Russia’s ruble hits 17-month low against the dollar amid war in Ukraine

August 14, 2023

The ruble hit a 17-month low against the dollar on Monday, underscoring the impact of Western sanctions sparked by Russia’s invasion of Ukraine in February 2022.

The ruble has lost nearly 40% of its value so far this year. It’s presently weaker than 100 rubles to one dollar, one of several negative indicators for the Russian economy even as President Vladimir Putin declares that Western sanctions have had very little effect. 

In contrast to Putin’s claims, the European Union has asserted that as of February of this year, or one year after Russia invaded Ukraine, sanctions imposed by the EU and its partners have, in fact, reduced Russia’s ability to finance its war. According to the EU some €300 billion ($327 billion) of Russian Central Bank reserves are blocked by the EU, other G-7 countries and Australia.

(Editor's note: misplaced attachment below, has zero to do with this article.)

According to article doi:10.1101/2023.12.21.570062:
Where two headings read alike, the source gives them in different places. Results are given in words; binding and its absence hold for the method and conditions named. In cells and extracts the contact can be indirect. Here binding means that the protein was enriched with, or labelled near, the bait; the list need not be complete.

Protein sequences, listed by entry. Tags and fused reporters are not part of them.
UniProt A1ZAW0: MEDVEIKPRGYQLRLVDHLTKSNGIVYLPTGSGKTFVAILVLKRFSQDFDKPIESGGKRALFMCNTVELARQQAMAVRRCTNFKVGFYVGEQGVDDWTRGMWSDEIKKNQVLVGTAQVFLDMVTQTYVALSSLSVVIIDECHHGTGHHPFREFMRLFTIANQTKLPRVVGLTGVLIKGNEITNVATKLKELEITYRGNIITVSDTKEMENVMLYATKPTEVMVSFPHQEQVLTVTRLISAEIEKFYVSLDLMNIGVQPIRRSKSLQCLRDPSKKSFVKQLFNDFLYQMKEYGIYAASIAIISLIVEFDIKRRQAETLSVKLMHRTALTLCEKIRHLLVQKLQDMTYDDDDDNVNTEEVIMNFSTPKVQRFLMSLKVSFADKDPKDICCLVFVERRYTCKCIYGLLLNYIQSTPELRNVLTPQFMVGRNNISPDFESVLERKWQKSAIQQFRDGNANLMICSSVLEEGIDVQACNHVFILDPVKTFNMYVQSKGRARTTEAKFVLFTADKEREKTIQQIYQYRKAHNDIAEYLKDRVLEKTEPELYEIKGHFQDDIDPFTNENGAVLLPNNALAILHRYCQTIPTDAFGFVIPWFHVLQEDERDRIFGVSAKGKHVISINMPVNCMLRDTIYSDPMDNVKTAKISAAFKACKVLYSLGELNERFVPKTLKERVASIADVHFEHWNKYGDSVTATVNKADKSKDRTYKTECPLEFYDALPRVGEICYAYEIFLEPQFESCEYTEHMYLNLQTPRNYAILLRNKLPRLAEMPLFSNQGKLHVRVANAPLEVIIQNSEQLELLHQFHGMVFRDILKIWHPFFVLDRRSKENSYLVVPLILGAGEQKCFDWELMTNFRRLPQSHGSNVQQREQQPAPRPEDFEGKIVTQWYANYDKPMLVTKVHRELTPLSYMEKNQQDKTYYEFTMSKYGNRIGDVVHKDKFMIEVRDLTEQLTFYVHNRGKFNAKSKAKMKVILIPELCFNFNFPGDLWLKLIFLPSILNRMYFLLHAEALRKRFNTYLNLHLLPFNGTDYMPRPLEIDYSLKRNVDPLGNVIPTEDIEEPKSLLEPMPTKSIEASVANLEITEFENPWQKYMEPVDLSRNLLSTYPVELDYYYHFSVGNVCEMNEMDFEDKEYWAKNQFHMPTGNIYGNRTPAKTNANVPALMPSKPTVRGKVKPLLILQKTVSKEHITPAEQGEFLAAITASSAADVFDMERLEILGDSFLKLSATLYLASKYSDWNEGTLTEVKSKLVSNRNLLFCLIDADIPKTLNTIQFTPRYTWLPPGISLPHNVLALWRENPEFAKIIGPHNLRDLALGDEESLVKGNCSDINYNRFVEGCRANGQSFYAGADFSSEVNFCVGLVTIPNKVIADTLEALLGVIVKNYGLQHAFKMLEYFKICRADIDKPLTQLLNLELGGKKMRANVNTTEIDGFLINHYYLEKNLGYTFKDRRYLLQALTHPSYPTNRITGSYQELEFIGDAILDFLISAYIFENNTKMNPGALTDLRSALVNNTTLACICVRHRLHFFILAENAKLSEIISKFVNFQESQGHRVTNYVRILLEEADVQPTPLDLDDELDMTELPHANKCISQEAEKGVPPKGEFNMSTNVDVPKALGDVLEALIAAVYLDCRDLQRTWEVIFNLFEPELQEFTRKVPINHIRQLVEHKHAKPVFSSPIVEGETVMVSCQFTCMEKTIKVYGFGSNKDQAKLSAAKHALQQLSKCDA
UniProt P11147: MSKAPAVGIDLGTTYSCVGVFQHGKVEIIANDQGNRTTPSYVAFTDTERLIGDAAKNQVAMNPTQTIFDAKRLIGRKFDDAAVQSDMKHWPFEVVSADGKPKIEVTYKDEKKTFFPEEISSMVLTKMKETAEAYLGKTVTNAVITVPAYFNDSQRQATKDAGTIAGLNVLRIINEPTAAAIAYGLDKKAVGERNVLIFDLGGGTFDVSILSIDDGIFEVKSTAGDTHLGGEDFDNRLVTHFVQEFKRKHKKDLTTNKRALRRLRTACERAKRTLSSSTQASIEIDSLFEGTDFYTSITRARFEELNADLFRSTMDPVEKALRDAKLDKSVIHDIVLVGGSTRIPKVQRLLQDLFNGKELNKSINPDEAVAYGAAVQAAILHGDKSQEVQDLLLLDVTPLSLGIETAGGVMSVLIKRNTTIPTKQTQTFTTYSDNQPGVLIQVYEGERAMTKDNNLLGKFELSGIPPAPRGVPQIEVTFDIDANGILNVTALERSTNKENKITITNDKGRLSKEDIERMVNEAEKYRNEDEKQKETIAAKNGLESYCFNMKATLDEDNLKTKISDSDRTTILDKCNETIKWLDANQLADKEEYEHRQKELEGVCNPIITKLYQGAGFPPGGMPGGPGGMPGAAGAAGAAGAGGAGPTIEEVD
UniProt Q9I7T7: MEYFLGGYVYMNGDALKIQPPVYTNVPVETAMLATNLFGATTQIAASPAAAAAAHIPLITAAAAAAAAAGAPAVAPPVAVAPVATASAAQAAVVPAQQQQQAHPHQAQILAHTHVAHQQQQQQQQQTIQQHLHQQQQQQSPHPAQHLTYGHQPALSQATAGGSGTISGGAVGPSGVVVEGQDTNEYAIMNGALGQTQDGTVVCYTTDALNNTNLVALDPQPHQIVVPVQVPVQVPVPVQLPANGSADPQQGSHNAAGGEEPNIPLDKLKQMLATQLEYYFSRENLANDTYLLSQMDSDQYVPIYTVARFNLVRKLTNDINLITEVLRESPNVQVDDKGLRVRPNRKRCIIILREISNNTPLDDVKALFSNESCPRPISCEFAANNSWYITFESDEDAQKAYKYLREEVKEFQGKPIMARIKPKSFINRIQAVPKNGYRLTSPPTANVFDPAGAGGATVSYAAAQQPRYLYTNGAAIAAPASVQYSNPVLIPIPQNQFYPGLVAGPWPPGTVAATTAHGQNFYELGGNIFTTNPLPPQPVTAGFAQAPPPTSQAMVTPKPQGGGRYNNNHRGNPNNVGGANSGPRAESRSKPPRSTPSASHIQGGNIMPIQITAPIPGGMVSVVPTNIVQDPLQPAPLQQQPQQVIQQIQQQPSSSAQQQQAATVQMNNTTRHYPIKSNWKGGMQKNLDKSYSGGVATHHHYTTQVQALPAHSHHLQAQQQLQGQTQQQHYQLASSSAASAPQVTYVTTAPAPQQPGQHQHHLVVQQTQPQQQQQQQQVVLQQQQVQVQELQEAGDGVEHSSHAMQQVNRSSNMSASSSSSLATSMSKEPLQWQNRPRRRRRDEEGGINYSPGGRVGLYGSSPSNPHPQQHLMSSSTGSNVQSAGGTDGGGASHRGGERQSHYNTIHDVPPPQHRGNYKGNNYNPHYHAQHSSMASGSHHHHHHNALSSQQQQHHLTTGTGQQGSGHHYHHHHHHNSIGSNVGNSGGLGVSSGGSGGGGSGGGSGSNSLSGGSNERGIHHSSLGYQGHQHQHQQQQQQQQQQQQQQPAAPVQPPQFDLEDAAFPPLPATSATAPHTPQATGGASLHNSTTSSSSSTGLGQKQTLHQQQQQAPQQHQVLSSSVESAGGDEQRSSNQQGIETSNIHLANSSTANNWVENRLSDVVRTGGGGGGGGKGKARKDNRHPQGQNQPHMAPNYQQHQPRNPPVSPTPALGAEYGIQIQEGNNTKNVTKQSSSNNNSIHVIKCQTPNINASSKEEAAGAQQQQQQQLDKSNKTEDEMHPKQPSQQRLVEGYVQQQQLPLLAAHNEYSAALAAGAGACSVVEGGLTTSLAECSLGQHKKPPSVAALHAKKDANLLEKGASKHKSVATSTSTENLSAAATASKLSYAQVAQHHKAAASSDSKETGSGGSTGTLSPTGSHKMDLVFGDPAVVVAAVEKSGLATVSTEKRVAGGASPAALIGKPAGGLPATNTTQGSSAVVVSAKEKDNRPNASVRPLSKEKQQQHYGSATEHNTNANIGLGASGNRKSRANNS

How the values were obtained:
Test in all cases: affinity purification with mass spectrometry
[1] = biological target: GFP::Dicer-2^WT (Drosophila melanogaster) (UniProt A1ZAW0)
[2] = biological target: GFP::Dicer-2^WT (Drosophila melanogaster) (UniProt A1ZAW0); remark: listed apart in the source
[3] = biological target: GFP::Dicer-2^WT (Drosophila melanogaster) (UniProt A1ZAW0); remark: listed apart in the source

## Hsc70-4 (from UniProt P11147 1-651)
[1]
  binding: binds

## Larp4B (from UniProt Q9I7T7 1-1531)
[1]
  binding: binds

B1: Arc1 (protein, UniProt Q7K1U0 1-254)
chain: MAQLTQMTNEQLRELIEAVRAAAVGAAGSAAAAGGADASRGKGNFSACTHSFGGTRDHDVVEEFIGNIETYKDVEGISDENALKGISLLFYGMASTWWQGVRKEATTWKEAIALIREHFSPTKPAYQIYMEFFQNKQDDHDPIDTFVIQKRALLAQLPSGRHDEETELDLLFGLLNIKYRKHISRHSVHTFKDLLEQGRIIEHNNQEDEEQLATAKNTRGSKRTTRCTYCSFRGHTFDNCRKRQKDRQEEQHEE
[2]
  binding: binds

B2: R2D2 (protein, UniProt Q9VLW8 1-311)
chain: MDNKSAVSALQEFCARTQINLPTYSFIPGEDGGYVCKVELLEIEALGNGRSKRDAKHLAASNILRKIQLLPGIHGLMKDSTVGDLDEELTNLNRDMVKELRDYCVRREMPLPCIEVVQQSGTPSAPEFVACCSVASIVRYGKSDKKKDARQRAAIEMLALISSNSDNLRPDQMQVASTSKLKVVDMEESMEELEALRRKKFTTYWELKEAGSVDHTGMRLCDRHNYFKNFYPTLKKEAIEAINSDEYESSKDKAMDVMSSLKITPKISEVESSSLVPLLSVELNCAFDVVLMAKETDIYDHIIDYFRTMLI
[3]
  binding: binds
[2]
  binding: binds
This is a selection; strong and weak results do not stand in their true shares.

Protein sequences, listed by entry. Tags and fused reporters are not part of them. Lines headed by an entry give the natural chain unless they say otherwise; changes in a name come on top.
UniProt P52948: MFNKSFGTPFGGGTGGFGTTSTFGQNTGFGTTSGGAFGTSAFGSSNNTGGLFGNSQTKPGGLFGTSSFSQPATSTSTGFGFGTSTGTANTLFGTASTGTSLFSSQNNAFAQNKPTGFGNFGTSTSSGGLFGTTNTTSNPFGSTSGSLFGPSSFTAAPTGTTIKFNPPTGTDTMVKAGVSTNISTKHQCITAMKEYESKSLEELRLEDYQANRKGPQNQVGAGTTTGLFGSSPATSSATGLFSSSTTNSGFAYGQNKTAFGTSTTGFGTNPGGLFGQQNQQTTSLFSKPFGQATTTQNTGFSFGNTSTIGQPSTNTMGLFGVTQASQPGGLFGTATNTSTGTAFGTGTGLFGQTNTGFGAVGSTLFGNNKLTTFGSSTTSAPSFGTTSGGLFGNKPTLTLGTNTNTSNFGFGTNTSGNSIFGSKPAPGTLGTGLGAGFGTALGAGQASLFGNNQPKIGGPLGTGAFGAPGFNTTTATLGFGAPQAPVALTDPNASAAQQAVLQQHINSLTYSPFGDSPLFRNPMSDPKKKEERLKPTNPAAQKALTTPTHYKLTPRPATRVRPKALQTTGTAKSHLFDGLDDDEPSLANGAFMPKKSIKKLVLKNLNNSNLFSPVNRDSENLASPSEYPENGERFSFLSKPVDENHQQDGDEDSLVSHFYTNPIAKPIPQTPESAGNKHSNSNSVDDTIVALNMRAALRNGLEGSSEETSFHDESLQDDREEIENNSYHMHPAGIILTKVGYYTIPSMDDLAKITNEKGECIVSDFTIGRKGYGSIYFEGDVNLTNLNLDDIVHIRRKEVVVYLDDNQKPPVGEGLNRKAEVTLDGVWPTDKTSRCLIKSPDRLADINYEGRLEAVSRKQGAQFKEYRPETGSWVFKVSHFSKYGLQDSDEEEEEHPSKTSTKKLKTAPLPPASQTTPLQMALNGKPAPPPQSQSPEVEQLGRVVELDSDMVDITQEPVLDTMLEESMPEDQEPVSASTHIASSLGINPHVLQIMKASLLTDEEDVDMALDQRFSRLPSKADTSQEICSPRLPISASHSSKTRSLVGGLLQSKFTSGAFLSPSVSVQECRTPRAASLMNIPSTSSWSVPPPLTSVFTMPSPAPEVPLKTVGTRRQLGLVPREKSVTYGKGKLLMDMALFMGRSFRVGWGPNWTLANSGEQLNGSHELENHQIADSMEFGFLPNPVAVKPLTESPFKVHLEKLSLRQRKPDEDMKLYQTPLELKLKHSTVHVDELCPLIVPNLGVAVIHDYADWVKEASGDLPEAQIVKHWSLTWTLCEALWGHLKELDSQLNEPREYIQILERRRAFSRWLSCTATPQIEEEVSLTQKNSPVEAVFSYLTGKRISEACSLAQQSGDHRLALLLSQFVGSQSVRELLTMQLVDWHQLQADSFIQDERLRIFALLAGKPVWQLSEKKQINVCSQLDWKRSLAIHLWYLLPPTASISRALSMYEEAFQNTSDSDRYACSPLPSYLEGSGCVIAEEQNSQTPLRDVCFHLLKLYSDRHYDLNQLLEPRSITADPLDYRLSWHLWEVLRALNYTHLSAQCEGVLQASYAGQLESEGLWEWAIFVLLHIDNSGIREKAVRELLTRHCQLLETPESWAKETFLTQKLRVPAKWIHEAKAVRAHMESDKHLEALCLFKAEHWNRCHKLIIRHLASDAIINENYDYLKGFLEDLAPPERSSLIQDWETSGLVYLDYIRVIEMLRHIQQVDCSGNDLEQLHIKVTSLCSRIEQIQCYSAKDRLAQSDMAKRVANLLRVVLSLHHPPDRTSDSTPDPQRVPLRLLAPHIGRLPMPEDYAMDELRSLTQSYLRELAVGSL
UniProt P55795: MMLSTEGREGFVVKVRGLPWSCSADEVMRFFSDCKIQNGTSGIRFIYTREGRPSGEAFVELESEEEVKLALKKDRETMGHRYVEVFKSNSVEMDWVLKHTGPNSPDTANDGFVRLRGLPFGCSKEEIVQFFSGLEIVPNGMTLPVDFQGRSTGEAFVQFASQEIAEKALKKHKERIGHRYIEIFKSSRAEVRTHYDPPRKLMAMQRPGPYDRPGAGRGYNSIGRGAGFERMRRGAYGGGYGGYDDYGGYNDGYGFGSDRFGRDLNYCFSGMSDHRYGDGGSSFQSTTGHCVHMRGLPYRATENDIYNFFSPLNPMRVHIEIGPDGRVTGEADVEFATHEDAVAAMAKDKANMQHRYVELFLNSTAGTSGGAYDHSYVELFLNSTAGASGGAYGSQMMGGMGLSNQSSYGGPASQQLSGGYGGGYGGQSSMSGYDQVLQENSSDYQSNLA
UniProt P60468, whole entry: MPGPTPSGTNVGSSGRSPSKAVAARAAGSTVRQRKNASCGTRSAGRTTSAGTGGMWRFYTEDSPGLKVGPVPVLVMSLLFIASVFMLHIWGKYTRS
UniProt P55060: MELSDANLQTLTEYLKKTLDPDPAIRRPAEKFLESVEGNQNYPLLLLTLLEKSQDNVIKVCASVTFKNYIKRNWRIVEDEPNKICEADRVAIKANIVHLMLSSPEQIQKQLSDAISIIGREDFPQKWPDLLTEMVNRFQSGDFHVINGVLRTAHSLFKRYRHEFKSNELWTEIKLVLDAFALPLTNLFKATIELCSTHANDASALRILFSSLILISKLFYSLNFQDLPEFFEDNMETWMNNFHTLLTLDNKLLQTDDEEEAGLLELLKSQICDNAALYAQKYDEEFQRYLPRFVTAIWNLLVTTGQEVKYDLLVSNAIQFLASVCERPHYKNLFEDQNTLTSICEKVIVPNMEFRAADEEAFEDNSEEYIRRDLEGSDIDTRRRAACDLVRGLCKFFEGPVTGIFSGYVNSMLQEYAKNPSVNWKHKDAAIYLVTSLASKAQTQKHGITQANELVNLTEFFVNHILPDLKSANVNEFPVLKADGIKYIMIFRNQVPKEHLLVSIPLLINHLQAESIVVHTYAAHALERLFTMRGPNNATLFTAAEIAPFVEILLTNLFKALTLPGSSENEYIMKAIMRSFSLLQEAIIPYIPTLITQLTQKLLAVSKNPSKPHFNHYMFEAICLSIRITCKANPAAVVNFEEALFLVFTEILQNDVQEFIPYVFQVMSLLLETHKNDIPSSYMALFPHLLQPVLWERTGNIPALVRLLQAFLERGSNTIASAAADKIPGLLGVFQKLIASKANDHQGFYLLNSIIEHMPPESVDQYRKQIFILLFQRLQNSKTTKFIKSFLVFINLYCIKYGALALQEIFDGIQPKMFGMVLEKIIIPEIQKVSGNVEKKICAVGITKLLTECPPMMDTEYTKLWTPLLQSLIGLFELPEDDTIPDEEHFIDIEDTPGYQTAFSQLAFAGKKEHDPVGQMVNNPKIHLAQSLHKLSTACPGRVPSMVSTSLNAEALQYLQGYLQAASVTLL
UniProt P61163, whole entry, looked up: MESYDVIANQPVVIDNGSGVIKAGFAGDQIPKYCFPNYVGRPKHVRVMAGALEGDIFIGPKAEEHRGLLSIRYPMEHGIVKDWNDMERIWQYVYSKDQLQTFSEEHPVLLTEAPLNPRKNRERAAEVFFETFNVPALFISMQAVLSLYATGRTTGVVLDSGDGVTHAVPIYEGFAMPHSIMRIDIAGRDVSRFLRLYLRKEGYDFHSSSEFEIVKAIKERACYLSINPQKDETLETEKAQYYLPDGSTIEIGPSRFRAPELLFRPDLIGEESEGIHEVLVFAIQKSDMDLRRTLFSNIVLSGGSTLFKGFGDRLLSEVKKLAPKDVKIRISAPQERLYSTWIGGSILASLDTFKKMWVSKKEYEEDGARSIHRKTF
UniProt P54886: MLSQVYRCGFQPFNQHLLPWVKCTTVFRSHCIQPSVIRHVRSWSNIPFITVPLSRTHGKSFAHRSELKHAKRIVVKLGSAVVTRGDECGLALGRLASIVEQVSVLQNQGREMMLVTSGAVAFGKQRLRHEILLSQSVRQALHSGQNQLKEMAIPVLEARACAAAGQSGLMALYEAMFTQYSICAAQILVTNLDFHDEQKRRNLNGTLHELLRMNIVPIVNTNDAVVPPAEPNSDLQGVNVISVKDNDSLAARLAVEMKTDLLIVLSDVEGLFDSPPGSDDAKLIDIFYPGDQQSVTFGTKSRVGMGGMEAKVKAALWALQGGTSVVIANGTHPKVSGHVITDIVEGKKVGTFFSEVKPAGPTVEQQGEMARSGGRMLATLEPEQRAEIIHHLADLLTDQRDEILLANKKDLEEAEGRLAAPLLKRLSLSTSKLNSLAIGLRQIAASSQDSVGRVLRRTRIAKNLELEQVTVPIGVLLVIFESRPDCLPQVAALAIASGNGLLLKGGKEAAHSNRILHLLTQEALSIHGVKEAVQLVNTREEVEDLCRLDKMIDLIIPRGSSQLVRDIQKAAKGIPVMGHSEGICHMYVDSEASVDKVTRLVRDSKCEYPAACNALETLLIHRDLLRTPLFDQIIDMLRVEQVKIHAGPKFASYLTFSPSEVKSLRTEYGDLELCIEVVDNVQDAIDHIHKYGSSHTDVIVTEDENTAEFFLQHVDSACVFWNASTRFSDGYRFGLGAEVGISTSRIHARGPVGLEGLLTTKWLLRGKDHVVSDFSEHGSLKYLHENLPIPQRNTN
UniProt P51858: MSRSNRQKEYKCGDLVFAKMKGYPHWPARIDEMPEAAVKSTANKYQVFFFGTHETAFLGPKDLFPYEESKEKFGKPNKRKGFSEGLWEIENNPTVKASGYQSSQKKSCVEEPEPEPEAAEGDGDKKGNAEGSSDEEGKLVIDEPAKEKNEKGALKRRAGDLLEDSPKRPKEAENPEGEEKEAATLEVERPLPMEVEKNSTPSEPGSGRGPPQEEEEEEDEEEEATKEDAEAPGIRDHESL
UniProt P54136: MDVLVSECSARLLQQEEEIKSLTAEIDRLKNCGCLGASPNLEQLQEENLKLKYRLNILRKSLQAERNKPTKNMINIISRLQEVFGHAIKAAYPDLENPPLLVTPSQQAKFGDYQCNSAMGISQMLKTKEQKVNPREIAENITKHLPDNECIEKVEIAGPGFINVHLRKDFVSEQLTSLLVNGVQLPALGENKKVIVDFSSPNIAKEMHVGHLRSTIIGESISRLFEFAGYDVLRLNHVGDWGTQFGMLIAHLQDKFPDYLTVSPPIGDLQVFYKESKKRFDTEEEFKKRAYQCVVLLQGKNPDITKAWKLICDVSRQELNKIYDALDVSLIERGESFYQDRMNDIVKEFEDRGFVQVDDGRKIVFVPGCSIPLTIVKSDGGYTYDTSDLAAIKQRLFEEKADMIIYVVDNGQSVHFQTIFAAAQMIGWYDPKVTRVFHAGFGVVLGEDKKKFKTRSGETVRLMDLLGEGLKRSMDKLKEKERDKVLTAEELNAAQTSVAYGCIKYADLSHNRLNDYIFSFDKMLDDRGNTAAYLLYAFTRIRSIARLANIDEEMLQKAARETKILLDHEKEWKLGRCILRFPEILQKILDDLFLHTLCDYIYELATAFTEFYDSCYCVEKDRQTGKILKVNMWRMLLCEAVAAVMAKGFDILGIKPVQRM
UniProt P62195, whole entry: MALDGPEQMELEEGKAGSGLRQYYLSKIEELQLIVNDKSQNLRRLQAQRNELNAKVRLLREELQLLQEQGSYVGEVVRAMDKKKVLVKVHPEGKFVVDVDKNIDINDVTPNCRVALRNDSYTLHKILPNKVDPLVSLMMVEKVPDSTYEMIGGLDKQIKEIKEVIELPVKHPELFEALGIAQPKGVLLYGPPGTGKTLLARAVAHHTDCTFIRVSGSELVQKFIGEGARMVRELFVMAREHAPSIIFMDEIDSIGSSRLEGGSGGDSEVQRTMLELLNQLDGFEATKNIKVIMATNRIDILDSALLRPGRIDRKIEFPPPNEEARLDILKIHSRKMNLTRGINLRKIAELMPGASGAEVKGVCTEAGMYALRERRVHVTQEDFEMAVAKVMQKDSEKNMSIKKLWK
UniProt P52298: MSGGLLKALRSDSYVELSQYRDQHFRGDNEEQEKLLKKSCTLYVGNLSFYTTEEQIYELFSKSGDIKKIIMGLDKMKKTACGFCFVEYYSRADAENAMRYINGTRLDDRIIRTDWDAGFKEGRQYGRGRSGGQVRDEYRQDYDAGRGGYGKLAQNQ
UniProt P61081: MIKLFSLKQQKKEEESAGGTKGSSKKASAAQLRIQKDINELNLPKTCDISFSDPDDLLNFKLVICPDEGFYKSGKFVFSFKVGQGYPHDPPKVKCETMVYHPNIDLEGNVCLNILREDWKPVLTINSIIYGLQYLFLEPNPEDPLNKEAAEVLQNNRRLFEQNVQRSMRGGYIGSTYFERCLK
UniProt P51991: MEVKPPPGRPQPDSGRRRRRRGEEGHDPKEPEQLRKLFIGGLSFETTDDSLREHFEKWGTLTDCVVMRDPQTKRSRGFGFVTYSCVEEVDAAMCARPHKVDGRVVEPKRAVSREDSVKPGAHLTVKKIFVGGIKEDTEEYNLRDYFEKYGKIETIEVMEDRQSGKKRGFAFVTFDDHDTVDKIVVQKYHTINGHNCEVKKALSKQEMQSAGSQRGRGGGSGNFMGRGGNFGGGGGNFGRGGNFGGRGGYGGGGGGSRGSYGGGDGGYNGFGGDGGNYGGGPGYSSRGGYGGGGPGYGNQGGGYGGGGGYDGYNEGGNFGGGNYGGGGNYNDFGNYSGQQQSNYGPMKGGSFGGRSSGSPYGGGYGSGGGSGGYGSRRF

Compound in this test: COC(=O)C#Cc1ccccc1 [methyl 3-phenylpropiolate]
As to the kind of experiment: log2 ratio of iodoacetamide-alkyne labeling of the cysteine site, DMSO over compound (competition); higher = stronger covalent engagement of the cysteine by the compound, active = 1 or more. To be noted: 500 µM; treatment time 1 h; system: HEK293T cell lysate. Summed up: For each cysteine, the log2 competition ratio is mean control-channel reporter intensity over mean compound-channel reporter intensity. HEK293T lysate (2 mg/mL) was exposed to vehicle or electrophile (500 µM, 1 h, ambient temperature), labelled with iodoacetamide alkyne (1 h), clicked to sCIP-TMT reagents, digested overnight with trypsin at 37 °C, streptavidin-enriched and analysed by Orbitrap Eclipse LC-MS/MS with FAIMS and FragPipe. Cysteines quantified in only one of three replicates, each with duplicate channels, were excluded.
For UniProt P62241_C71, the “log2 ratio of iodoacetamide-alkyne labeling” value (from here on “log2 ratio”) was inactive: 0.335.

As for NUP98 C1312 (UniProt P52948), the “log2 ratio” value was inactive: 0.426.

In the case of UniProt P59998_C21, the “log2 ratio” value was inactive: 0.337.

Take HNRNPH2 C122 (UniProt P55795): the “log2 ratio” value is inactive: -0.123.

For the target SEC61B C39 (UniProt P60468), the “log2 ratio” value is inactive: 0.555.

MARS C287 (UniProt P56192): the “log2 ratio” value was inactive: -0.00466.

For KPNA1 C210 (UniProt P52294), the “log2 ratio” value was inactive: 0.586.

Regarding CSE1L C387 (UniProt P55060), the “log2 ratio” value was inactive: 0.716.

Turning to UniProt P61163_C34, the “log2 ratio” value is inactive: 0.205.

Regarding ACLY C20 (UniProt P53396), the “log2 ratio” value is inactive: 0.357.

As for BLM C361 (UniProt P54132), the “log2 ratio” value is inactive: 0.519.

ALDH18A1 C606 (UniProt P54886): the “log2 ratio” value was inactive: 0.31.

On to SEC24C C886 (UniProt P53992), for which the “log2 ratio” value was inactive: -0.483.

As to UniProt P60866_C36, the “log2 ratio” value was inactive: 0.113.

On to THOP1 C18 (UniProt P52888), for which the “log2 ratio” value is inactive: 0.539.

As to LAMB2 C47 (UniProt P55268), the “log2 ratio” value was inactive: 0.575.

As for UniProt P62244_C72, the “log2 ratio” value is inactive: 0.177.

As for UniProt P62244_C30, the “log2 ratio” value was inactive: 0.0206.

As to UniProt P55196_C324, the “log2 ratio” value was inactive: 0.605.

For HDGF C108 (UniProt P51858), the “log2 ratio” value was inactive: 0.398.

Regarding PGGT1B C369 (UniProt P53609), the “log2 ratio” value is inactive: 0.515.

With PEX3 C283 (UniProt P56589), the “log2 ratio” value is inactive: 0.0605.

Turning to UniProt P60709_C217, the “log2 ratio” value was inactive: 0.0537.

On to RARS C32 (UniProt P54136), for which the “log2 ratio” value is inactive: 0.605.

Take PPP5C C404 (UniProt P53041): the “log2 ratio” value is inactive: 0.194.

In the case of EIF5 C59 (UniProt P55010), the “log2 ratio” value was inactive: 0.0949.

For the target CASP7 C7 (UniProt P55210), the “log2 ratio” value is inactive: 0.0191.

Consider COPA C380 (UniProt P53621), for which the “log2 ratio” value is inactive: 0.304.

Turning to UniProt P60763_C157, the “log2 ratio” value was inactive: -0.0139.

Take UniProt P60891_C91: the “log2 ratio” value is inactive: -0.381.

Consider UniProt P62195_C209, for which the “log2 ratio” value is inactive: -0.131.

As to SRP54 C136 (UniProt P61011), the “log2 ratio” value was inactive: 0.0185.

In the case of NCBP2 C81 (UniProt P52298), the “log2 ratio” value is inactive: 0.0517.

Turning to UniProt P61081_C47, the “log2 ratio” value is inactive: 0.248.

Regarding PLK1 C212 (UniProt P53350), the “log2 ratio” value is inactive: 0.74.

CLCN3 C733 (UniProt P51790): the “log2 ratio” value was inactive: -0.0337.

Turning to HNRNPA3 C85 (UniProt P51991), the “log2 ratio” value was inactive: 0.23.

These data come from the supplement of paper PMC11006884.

The ruble initially collapsed in the shadow of Russia’s invasion, dropping as low as 136 rubles to one dollar in March 2022. The currency briefly bounced back to 50 against the dollar in June of last year as oil and gas prices surged—but since then, European economies have weaned off Russian oil and gas, importing more of the commodities from the U.S., Canada and Norway. 

The Kremlin, meanwhile, has reportedly doubled its 2023 defense spending to more than $100 billion, or one-third of all Russia’s public expenditures.

The Bank of Russia has also stated that it “admits the possibility of raising the key interest rate in coming meetings,” to stave off rising inflation that’s further devaluing the ruble.

If that happens it would be an additional hike in the Bank Russia’s key interest rate, which was pumped up a percentage point last month to 8.5%.

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